Antinuclear

Australian news, and some related international items

Worldwide majority of people oppose nuclear power

the glue that has so long bound the French population to its unwavering belief in the virtues of atomic energy has begun to come unstuck.  Even the country’s nuclear security authorities concede that there is no way of ruling out a serious accident at home…..

New power plants are unprofitable Even if reactors were 100 percent safe, experts have long warned of the economic risks they pose.

Fukushima spoils world appetite for nuclear power, Deutsche Welle, : Gero Ruter, 15 Sept 2011, In the six months since the Fukushima disaster, a global survey has detected mounting opposition to nuclear energy, especially in Asia. Yet Germany remains the only country to abandon the technology to date.

Several months after the nuclear disaster in Japan, market research company Ipsos asked citizens in 24 countries how they feel about atomic energy.

In all but three of them – India, the United States and Poland – there was consensus that the time has come for cleaner, safer sources of power.

Many of the 55 percent who expressed opposition to nuclear energy cited the reactor catastrophe in Japan as the reason why they were against nuclear power.

The most notable shift was in Asia, where several countries including South Korea, Japan and China have seen the number of anti-nuclear activists double in recent months.

Those are same countries that have major nuclear expansion plans. At the start of this year, Japan’s 55 reactors covered some 29 percent of its power needs. Tokyo was planning to add another 14 plants to its network.

In South Korea, 21 reactors currently supply 35 percent of the energy, and there are another 11 plants in the pipeline.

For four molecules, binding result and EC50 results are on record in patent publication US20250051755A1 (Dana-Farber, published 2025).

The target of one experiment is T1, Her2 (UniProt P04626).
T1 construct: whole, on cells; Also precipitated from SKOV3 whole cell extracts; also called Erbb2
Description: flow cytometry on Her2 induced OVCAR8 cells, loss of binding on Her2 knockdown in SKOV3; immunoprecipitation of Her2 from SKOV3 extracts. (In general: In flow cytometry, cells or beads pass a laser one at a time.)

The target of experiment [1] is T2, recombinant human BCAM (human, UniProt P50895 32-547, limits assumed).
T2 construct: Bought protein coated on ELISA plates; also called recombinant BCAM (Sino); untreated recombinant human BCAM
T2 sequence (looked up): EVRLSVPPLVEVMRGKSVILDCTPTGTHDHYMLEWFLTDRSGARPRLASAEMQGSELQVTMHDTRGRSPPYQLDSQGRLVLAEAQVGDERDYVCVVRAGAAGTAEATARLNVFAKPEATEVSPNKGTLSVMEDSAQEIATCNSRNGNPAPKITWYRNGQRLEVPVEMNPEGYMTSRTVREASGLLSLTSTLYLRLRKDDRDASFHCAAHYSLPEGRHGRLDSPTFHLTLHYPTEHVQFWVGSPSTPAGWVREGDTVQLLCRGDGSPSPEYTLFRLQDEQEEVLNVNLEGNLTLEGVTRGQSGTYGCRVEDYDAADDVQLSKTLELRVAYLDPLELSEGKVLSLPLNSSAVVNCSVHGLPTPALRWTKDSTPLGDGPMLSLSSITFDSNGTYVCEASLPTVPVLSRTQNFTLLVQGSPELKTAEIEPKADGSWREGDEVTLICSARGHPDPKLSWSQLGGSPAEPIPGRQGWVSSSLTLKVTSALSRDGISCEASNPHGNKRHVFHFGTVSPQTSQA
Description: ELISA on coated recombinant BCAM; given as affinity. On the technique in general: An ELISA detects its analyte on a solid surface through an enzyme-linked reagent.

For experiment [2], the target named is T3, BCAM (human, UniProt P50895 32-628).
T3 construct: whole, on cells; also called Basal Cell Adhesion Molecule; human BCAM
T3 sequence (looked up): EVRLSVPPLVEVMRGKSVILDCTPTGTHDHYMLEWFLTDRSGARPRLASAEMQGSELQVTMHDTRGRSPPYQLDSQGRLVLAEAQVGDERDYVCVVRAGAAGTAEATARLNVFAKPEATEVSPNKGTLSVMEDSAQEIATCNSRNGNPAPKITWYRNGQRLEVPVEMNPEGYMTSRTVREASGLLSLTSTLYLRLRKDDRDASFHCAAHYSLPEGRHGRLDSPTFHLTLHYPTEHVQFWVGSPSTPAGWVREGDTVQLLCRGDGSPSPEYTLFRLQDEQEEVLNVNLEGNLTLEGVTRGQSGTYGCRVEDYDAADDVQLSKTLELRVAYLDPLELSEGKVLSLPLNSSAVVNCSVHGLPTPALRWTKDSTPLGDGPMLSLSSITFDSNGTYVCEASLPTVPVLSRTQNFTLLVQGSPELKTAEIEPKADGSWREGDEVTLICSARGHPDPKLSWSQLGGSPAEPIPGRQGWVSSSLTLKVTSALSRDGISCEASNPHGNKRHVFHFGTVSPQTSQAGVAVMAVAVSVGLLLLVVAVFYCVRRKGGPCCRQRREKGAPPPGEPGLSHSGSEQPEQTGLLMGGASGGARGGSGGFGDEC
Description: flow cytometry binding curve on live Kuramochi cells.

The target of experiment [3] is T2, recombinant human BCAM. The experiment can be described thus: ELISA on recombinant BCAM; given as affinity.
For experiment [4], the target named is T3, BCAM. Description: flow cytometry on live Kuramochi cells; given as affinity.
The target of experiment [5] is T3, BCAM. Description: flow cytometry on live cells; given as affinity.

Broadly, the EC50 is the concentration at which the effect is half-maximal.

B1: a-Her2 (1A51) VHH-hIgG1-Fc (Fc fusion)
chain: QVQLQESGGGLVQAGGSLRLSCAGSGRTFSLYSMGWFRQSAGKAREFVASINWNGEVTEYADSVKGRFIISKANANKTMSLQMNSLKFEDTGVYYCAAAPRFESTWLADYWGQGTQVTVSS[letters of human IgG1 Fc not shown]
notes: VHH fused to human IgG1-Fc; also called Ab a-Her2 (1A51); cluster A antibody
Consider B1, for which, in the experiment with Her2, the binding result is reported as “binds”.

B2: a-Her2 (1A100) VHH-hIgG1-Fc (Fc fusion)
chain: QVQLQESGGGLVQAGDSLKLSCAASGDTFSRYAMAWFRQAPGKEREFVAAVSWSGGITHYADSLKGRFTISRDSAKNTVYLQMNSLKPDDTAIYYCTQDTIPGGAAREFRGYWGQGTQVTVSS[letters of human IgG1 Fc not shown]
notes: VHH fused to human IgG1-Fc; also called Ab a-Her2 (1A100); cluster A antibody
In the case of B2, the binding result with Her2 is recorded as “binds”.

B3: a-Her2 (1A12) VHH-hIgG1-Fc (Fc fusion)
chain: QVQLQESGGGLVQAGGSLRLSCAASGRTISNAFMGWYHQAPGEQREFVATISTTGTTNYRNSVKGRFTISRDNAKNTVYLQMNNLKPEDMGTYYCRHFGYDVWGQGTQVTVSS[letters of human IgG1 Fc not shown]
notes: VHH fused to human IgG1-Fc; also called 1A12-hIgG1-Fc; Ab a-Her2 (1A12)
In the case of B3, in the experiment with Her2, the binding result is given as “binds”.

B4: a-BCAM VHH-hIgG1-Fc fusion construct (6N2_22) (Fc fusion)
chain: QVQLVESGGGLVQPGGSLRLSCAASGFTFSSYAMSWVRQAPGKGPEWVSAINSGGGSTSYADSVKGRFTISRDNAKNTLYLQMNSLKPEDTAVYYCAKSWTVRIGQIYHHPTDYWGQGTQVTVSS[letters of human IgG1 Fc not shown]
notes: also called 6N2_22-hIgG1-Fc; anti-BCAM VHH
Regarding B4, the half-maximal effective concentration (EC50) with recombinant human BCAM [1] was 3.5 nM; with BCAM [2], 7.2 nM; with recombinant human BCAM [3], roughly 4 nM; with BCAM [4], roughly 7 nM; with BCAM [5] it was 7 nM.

China and India, each of which generate just 2 percent of their fuel from nuclear power, were planning 77 and 23 new reactors,

respectively.

Taking stock

Many nations had grand plans for nuclear power, and – until a few months ago – had the blessing of their people who would be using the energy. But the earthquake and tsunami that ravaged Fukushima has changed that.

Most notably in South Korea, where opposition to the CO2-free source of energy has tripled since the March 11 catastrophe.

Even Asian politicians have been shaken by the sudden realization that they are not immune to the possibility of such accidents, not least because their security standards are generally lower than those that existed in Japan. ……

Seismic shift in France  France, which meets 75 percent of its energy needs with nuclear power, and exports large amounts to boot, will be particularly badly affected by the consequences of Fukushima and Germany’s sudden change of tack.

But the glue that has so long bound the French population to its unwavering belief in the virtues of atomic energy has begun to come unstuck.  Even the country’s nuclear security authorities concede that there is no way of ruling out a serious accident at home…..

New power plants are unprofitable Even if reactors were 100 percent safe, experts have long warned of the economic risks they pose. Member of the European Parliament for Germany’s Greens Rebecca Harms said it currently costs about 7 billion euros to build a new nuclear power plant. Add to that a further 1 billion euros in dismantling costs and 600 million euros for final storage of radioactive material, and it is an expensive business indeed.

By comparison wind and solar power are cheap. If the Ipsos study is accurate, they are also exactly what 90 percent of citizens from 24 countries around the world want….Editor: Sean Sinico   http://www.dw-world.de/dw/article/0,,15352996,00.html

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September 16, 2011 - Posted by | Uncategorized

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